Quality Assurance Technicians, or Testers, perform a vital role in this stage of development. They test, tune, debug and suggest the detailed refinements that ensure the quality and playability of the finished game. They play-test the game in a systematic way, analysing the game’s performance against the designer’s intentions, identifying problems and suggesting improvements.
They test for bugs in the software, from complete crashes to minor glitches in the programme. They also act as the game’s first audience, reporting on its playability and identifying any aspects which could be improved.
Playing games all day for a living might sound like an ideal job, but this is in fact a highly disciplined role.
They are responsible for assuring quality in the final product and for finding all the flaws in a game before it goes public. They look for programme bugs – spelling mistakes, localization problems (variations of the game are required for different territories), graphical or audio glitches, and also any copyright issues.
QA Testers must know which issues are the most important and be able to prioritize them for fixing. They work to deadlines and must understand production and marketing schedules. They normally use a software quality management system to document findings.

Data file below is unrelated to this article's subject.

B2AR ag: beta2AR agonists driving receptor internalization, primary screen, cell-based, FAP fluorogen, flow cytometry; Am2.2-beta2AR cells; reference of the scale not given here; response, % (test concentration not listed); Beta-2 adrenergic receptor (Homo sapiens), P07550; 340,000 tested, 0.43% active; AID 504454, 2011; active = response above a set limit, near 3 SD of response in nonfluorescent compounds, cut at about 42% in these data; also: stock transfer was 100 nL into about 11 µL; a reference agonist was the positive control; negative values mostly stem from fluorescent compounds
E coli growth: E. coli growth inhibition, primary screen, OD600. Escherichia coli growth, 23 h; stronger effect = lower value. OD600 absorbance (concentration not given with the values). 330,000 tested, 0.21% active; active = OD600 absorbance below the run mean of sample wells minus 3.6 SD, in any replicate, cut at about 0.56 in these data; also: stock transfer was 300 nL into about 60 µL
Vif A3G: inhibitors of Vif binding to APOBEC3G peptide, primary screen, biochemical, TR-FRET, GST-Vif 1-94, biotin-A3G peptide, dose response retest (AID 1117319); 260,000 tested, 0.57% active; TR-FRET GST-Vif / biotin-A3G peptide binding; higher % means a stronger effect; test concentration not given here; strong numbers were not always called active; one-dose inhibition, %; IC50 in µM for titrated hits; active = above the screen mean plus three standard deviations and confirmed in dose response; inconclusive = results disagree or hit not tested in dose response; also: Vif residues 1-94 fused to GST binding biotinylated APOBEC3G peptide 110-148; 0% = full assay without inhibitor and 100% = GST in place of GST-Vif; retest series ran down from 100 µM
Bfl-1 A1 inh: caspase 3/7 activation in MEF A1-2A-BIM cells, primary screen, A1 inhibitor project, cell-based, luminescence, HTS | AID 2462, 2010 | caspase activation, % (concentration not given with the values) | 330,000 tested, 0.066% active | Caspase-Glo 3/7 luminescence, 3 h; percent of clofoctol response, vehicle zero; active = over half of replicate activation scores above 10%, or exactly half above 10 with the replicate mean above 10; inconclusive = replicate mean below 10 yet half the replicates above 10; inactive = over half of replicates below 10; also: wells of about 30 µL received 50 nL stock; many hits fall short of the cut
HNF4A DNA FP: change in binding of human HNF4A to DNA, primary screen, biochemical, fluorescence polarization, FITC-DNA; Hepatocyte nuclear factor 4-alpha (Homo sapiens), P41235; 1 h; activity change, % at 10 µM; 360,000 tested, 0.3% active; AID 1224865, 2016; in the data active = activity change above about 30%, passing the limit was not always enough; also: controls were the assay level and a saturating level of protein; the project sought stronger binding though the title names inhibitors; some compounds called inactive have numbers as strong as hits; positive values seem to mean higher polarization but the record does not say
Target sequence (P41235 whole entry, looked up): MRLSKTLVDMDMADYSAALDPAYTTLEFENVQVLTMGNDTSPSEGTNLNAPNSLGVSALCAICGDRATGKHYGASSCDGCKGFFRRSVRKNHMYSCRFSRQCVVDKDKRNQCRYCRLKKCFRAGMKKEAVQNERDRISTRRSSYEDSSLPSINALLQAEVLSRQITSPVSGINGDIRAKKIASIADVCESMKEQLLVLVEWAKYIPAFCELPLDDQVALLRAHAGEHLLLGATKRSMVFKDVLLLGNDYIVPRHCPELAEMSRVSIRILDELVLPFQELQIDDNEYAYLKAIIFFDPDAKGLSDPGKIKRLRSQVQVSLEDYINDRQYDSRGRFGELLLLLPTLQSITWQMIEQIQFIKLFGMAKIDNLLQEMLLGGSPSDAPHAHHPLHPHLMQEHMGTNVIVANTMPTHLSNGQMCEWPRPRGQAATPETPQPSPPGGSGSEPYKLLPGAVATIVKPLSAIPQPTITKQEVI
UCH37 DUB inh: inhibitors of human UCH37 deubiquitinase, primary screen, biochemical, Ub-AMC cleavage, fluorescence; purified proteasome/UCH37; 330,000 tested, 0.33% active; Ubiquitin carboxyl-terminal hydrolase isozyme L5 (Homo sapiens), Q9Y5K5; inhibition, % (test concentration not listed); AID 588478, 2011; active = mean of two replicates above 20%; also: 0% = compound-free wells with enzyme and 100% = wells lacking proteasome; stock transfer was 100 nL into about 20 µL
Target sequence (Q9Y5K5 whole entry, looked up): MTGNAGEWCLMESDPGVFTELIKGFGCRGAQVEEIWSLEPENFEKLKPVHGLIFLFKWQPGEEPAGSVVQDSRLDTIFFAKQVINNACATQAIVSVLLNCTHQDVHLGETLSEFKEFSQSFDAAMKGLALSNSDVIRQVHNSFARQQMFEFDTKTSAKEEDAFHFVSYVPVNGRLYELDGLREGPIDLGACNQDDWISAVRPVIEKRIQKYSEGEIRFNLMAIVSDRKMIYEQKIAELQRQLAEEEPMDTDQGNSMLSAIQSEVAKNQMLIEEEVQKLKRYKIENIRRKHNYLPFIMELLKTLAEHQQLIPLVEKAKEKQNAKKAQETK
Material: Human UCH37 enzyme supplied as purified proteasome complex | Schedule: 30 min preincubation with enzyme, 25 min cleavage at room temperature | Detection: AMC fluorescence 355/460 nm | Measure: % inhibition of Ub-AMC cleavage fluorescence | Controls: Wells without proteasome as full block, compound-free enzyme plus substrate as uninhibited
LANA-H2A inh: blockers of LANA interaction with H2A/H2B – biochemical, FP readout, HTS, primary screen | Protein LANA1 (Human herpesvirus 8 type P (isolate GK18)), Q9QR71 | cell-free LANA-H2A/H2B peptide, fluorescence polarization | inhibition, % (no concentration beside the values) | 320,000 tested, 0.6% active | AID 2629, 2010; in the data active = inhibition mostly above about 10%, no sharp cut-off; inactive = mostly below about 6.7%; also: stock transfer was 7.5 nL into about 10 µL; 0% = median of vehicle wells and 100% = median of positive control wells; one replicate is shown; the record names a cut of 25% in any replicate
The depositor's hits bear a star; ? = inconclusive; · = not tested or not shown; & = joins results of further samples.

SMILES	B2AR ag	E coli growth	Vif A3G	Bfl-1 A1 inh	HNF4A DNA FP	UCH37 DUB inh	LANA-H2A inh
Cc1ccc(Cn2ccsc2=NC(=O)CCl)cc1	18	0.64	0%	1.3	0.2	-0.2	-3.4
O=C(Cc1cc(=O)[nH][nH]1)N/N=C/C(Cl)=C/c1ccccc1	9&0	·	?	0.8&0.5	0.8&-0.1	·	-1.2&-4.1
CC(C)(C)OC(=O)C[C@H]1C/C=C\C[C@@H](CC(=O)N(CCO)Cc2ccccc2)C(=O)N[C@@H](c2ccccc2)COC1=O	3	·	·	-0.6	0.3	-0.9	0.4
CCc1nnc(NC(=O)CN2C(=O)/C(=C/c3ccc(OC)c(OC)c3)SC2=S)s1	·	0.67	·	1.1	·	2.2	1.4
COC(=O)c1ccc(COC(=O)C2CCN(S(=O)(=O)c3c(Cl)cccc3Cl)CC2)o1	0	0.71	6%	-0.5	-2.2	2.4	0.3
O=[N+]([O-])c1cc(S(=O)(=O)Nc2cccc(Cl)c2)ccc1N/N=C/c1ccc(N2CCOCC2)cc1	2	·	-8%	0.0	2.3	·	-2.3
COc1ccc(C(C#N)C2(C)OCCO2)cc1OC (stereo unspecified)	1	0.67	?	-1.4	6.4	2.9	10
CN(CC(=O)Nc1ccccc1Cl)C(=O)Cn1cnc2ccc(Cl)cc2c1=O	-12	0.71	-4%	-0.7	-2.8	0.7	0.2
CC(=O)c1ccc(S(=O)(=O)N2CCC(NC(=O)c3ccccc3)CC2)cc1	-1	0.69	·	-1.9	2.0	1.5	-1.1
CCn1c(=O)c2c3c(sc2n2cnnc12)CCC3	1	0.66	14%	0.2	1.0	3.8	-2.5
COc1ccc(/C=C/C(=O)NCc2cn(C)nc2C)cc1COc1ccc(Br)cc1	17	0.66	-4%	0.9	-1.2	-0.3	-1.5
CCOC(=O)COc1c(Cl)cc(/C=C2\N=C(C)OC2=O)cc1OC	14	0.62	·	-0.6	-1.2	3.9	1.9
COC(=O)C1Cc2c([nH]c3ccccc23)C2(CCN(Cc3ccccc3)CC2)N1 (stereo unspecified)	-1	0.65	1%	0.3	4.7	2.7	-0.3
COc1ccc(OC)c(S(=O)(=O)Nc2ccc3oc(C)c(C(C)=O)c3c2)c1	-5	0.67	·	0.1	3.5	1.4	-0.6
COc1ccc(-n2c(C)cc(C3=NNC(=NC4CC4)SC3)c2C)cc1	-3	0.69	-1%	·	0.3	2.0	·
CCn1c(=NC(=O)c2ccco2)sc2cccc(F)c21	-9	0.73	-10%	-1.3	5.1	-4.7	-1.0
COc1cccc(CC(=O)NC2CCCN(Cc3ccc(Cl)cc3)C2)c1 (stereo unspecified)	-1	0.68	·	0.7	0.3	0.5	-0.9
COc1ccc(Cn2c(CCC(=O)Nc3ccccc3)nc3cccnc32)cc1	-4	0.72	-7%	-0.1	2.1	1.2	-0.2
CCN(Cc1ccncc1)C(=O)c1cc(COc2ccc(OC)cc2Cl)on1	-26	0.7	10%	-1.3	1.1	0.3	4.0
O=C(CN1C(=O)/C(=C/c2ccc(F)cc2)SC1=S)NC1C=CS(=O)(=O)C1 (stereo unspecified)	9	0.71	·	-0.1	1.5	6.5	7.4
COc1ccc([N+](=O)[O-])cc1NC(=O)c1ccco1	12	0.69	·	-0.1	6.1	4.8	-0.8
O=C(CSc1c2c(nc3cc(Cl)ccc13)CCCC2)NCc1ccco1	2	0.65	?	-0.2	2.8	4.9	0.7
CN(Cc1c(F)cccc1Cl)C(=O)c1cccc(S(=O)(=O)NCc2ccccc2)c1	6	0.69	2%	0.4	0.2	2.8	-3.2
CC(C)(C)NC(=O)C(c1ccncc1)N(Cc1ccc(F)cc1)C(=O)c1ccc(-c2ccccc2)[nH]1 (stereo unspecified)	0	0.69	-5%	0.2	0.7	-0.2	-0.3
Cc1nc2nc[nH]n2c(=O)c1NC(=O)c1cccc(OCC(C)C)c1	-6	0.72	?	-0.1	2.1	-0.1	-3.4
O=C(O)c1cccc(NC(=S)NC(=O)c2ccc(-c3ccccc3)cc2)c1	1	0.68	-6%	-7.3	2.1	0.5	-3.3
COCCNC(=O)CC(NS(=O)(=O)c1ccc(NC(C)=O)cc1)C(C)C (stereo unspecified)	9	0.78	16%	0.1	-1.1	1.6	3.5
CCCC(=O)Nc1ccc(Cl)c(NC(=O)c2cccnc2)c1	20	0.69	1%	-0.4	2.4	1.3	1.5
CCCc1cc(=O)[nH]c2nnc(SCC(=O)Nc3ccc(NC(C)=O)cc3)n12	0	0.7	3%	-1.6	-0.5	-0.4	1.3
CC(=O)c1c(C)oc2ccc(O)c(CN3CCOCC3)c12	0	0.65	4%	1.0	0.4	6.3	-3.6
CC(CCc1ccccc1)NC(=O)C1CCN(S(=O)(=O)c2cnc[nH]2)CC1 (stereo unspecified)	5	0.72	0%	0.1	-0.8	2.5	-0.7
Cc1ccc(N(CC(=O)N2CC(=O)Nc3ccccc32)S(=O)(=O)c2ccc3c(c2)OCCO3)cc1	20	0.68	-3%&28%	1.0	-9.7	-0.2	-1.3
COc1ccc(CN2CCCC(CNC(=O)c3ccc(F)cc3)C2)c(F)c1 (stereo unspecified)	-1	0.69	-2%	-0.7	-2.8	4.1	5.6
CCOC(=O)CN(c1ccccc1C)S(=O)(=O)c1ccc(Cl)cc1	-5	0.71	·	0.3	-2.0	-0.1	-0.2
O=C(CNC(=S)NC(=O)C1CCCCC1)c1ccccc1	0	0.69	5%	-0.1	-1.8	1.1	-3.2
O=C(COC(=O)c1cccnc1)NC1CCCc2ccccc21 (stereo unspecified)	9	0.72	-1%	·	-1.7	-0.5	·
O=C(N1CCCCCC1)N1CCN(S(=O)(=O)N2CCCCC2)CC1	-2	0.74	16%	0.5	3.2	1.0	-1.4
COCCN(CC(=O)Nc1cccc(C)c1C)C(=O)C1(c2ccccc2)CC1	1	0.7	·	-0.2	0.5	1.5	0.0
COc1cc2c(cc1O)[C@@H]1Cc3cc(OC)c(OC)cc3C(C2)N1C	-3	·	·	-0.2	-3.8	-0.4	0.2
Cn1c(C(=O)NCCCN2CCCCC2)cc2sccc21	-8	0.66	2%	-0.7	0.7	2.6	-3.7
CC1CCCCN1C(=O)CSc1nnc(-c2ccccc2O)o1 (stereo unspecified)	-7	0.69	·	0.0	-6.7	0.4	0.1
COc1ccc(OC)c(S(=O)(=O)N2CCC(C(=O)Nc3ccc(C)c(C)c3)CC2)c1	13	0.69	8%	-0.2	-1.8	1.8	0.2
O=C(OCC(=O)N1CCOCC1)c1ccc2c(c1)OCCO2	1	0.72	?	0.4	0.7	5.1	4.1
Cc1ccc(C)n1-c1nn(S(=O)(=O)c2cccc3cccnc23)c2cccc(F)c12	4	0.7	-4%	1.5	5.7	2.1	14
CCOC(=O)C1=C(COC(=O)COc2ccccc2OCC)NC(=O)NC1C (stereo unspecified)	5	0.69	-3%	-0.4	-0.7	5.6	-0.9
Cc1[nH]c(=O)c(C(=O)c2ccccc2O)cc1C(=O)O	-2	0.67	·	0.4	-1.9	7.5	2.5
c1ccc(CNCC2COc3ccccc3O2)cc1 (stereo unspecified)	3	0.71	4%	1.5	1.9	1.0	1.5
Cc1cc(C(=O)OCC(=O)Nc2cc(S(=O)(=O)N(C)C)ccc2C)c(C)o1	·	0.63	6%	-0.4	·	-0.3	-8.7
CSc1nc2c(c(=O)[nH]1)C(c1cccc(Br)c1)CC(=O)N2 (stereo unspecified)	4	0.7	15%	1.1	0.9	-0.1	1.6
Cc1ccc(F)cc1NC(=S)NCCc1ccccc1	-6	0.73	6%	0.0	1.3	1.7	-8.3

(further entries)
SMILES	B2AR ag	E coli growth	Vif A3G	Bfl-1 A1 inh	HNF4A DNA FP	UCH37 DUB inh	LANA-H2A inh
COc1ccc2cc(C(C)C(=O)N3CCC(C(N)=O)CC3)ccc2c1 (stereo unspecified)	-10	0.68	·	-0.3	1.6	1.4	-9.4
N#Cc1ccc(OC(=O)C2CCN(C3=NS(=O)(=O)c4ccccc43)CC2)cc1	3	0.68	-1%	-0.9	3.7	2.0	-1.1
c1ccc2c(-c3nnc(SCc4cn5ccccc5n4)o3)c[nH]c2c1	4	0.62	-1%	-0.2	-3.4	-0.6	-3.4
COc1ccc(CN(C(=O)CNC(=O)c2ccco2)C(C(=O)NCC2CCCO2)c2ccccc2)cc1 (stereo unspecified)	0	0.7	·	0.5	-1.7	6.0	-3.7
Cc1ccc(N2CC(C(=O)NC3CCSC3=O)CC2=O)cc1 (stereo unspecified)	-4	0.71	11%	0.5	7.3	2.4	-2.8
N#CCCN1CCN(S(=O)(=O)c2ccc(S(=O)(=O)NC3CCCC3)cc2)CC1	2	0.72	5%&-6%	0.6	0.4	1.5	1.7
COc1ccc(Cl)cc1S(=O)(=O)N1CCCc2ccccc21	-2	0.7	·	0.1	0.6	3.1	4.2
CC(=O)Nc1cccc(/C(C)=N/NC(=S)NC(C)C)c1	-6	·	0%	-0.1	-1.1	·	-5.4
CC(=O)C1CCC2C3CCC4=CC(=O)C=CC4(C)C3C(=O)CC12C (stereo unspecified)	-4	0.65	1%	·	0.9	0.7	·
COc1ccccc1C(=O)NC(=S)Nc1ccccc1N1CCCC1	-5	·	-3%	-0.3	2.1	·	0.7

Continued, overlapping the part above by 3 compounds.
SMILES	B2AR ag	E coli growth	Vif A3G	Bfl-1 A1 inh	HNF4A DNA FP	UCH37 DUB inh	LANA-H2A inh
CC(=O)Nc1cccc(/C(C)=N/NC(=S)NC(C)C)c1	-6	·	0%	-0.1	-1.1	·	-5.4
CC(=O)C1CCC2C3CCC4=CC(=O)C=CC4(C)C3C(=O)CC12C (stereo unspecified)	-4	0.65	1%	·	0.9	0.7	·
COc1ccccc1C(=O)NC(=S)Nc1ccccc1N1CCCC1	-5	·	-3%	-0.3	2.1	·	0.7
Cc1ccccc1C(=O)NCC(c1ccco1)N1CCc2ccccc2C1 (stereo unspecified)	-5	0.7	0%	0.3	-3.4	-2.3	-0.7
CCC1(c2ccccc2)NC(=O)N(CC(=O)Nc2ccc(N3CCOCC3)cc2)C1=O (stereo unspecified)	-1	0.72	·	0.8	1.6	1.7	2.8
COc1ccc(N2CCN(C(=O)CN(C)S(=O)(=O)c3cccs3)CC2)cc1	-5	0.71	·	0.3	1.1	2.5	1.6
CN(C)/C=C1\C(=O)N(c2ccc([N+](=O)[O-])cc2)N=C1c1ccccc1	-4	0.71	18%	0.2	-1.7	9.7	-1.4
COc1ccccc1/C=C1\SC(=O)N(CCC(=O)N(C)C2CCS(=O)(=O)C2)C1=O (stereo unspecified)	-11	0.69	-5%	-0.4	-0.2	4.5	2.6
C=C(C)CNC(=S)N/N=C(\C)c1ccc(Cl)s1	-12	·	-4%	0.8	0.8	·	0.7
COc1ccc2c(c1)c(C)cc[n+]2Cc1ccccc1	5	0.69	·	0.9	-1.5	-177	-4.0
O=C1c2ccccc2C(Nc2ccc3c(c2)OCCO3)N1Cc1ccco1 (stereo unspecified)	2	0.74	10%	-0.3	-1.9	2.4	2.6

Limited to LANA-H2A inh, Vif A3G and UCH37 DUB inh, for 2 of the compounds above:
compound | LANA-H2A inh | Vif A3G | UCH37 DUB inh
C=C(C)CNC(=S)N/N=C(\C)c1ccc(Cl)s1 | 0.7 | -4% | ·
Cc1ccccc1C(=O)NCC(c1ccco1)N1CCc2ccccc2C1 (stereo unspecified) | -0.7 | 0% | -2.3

They work in teams, sometimes playing together on a multi-player game or a team might ‘own’ part of a game.
Testing involves playing a game over and over again, testing different levels and builds (incomplete development versions of a game, sometimes with various features missing). The work can be repetitive and tedious, but Testers have to test long after the novelty and fun factor may have worn off.
They must be diplomatic when communicating with other team members and accept that they can have only limited influence over the game design. They also need to be able to anticipate different ways the game will be played, and test accordingly.
They might also have an on-going relationship with customer support teams once a game is launched.